Aviation committee meets over fake pilot licences
Aiming to plug loopholes in the pilot licensing system and revamp it completely, a broad-based committee of the Civil Aviation Ministry has held its first meeting to suggest ways and means to make the system fool-proof.
New Delhi: Aiming to plug loopholes in the
pilot licensing system and revamp it completely, a broad-based
committee of the Civil Aviation Ministry has held its first
meeting to suggest ways and means to make the system
"In the short-term, this committee will suggest steps
to plug the loopholes in the system, if any. In the long-run,
they will consider technology-driven solutions having less
human interface," Civil Aviation Ministry Secretary SNA
Zaidi said here.
The ministry, he said, was "seriously pursuing this
matter" and hoped that concrete suggestions would emerge after
the 12-member panel submits its report in the next five weeks.
The committee, headed by a Joint Secretary in the
ministry, has representatives from aviation regulator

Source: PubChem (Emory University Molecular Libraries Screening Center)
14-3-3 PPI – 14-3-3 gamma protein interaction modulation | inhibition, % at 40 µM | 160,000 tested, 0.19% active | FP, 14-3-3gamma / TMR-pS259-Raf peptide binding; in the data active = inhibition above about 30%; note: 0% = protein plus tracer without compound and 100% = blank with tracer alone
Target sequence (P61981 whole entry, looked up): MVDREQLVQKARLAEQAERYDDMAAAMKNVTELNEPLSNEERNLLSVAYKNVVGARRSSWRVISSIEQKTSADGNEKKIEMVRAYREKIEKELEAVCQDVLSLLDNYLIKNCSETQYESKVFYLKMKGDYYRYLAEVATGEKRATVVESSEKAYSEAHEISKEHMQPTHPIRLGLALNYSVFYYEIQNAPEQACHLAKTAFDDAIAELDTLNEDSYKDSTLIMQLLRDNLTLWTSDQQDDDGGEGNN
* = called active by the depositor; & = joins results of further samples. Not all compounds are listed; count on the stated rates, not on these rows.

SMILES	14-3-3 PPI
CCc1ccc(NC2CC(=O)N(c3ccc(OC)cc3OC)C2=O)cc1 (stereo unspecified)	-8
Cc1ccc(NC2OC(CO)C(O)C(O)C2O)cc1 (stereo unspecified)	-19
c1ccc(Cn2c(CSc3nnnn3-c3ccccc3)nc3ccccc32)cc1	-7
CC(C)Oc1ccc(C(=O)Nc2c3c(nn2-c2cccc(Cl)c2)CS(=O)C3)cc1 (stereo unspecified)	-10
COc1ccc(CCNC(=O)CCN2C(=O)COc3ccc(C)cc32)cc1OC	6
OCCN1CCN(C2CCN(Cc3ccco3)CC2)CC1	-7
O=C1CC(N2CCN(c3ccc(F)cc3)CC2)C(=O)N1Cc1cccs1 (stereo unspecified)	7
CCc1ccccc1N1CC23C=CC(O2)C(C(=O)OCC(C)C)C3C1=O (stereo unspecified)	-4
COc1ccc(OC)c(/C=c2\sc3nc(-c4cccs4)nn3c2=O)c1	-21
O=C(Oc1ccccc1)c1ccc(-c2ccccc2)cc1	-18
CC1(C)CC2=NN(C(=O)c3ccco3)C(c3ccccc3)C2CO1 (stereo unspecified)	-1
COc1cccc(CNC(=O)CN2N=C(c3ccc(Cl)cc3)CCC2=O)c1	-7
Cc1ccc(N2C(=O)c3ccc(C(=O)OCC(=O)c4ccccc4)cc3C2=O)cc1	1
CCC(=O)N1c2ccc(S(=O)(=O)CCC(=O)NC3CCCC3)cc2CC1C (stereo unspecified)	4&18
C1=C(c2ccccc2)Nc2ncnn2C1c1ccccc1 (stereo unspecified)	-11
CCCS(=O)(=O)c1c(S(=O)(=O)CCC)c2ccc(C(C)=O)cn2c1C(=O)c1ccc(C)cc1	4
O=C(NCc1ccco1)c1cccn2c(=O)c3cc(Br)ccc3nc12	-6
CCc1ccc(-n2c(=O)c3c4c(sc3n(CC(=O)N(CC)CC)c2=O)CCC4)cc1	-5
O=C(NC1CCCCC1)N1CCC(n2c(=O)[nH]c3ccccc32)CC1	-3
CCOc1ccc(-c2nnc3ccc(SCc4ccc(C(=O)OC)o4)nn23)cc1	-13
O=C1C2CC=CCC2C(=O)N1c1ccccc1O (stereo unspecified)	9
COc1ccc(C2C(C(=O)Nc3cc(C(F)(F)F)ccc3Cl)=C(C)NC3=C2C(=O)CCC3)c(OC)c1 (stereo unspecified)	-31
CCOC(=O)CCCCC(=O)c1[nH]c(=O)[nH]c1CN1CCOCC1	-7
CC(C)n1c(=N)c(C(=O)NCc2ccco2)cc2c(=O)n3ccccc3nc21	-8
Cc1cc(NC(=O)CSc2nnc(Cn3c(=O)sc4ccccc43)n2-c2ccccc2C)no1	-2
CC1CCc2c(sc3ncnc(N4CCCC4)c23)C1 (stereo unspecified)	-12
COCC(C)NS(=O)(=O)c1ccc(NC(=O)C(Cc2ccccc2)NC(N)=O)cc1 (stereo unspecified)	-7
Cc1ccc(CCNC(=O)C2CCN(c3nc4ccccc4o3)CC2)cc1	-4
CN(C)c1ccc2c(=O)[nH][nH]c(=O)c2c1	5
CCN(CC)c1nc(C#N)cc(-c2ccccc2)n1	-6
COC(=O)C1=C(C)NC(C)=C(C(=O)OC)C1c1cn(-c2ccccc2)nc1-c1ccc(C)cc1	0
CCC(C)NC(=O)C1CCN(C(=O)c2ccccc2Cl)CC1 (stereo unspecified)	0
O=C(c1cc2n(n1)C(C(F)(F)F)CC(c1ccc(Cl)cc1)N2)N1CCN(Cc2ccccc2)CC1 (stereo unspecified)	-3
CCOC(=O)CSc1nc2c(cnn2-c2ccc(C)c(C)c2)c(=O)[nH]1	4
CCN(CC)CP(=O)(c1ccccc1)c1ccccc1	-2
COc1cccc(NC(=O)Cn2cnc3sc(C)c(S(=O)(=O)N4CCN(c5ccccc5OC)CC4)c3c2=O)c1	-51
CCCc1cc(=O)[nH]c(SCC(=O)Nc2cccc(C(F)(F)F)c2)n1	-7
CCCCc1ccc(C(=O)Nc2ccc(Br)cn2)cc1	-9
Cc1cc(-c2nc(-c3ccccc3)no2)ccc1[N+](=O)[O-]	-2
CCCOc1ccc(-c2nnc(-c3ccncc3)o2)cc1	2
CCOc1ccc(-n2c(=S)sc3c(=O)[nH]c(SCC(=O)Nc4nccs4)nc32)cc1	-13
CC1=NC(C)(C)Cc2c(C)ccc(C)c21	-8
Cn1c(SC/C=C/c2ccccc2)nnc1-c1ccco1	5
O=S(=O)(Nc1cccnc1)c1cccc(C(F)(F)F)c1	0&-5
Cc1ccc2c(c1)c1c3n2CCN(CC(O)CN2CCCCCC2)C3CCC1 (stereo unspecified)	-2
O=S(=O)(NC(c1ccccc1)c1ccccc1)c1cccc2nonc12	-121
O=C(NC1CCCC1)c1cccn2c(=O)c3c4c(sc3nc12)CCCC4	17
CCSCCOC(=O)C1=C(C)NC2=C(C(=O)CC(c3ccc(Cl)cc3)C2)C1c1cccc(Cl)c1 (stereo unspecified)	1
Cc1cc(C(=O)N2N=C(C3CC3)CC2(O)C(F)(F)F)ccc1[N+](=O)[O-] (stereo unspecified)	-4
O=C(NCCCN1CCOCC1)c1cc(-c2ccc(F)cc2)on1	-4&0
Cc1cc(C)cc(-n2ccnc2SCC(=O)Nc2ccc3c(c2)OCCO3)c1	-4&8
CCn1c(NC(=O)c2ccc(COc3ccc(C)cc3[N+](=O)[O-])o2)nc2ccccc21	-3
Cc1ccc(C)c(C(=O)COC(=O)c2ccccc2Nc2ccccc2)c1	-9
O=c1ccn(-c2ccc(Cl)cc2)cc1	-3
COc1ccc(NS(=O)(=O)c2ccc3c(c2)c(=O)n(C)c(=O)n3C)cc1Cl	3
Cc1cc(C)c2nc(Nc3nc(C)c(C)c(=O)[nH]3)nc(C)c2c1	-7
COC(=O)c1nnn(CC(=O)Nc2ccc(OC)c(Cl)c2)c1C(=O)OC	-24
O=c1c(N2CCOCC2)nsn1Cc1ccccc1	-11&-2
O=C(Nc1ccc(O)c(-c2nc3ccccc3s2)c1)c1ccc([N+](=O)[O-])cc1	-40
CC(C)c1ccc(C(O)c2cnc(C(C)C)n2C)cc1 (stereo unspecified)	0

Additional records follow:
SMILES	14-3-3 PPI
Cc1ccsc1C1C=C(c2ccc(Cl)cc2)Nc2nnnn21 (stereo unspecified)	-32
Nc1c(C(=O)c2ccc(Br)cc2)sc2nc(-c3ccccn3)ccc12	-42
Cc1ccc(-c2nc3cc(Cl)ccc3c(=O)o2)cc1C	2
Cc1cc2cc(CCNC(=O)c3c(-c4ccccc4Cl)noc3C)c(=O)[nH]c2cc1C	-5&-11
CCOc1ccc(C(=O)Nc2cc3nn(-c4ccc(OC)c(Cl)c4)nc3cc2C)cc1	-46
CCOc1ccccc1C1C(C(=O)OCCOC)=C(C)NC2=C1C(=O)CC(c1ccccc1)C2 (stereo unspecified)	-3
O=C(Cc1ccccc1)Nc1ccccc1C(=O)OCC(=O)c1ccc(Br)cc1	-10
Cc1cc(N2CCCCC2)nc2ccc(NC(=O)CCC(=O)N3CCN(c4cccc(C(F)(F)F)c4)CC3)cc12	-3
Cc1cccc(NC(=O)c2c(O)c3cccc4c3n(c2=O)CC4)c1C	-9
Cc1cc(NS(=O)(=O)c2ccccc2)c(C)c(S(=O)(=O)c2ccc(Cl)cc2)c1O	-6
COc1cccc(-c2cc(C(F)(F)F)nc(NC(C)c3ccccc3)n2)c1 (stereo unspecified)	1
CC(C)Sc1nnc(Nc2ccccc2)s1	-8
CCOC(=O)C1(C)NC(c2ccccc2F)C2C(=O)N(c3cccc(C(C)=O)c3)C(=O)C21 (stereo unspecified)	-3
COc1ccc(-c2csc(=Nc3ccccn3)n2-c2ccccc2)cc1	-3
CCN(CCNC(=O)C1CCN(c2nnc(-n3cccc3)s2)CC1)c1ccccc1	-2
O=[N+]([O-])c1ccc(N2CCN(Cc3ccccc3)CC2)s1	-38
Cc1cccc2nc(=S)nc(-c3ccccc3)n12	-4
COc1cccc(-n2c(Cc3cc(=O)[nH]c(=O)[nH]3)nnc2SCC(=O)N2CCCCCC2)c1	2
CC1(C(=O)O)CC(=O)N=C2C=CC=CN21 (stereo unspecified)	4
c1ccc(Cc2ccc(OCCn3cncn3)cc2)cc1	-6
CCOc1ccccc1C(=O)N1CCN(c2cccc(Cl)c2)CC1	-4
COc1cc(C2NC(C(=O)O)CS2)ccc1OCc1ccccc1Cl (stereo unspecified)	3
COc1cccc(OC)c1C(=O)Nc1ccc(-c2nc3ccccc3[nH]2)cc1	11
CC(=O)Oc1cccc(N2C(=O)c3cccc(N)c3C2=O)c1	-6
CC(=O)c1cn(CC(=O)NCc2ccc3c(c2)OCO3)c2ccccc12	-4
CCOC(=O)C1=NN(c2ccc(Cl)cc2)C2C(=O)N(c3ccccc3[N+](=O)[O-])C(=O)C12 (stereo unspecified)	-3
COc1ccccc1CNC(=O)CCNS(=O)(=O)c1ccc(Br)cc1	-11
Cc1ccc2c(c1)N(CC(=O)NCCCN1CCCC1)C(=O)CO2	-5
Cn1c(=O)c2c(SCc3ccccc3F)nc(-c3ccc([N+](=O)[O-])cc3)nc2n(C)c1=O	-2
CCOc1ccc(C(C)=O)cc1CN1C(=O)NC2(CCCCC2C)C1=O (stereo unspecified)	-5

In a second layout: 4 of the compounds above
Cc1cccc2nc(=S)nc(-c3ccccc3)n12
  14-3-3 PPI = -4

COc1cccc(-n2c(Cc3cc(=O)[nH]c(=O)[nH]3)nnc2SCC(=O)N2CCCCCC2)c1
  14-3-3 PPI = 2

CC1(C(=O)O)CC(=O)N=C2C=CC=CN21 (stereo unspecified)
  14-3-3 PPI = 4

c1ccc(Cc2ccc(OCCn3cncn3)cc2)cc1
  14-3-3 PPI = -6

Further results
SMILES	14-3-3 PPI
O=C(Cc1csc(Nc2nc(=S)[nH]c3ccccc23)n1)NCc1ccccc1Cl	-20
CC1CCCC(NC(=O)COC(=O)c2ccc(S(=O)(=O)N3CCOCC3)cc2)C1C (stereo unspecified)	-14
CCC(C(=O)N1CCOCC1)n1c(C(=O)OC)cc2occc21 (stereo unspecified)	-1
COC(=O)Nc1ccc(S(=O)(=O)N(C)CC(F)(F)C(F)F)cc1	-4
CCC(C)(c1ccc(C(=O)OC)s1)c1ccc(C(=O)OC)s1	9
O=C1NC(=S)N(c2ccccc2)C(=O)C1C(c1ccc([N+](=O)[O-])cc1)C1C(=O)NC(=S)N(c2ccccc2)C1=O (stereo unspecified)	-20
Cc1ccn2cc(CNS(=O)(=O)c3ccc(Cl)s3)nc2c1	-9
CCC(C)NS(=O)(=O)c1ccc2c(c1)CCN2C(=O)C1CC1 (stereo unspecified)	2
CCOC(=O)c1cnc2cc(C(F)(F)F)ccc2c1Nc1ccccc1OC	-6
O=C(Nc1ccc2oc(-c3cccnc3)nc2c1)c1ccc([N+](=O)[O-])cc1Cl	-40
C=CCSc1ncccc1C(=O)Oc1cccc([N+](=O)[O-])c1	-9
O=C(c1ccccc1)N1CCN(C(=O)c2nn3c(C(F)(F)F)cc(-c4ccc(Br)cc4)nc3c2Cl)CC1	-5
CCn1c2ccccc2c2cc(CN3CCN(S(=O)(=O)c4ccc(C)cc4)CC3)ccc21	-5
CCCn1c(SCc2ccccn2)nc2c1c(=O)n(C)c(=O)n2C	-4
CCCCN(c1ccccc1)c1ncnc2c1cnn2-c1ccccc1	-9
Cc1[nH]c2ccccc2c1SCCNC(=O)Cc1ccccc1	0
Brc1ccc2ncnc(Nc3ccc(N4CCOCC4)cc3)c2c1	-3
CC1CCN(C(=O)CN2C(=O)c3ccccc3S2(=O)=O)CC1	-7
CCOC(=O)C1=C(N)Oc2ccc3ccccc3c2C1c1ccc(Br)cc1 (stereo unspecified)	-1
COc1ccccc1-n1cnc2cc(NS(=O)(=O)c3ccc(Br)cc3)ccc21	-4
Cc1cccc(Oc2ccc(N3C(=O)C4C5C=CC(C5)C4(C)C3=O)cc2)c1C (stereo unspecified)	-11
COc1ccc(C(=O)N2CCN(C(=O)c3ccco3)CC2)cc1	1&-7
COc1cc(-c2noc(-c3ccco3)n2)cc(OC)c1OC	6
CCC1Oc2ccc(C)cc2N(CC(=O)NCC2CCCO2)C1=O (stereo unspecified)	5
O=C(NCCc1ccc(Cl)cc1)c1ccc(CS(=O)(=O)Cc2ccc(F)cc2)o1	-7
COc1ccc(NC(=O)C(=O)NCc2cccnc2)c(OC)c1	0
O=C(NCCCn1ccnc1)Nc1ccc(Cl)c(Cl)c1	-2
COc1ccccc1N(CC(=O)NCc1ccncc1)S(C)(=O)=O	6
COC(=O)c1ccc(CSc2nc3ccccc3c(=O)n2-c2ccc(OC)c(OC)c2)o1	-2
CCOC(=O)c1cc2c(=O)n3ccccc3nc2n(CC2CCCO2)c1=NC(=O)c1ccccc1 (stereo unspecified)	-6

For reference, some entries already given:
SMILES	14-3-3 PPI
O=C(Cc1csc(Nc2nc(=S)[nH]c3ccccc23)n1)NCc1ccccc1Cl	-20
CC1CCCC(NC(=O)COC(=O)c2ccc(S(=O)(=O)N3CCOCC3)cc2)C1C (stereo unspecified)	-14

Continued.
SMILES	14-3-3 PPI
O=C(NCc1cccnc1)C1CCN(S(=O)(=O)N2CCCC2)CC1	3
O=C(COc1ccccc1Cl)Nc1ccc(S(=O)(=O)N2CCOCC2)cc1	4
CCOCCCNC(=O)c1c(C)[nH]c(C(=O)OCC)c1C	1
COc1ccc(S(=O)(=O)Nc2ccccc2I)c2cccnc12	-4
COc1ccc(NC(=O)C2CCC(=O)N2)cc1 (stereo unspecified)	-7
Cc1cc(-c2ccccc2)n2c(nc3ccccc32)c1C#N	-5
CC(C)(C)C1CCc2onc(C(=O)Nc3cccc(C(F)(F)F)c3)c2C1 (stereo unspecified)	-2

Directorate General of Civil Aviation (DGCA), Indian Air
Force, National Informatics Centre (NIC), Air India and
independent aviation experts.
It would go into the systemic loopholes which could be
responsible for the charges of bribery and issuing of flying
licenses to pilots on the basis of forged documents and
recommend measures to check them, official sources said.
The panel, which held its first meeting a few days
ago, would also suggest steps to make the licensing
examination system more transparent and fool-proof.
Among the measures to check fudging of records to
secure pilot licenses, the DGCA has decided to conduct third
party audits of all flying schools in the country and has
started evolving new procedures to strengthen the audit
process. In any case, such audits are carried out annually for
renewal of licenses of these schools.
Apart from its own team of officials, the aviation
regulator is planning to rope in independent experts and even
some of its retired and experienced officials to carry out the
audit of over 40 flying schools across the country, they said.
It is also planning to create an online national
registry of pilots which would have a complete dossier on
them, including their licenses and qualifications.
The DGCA is already in consultations with
organisations like the NIC and the NASSCOM in this regard.
They said this online registry would address the
problem of fudging of marksheets or logging of flying hours to
a great extent by reducing human interface.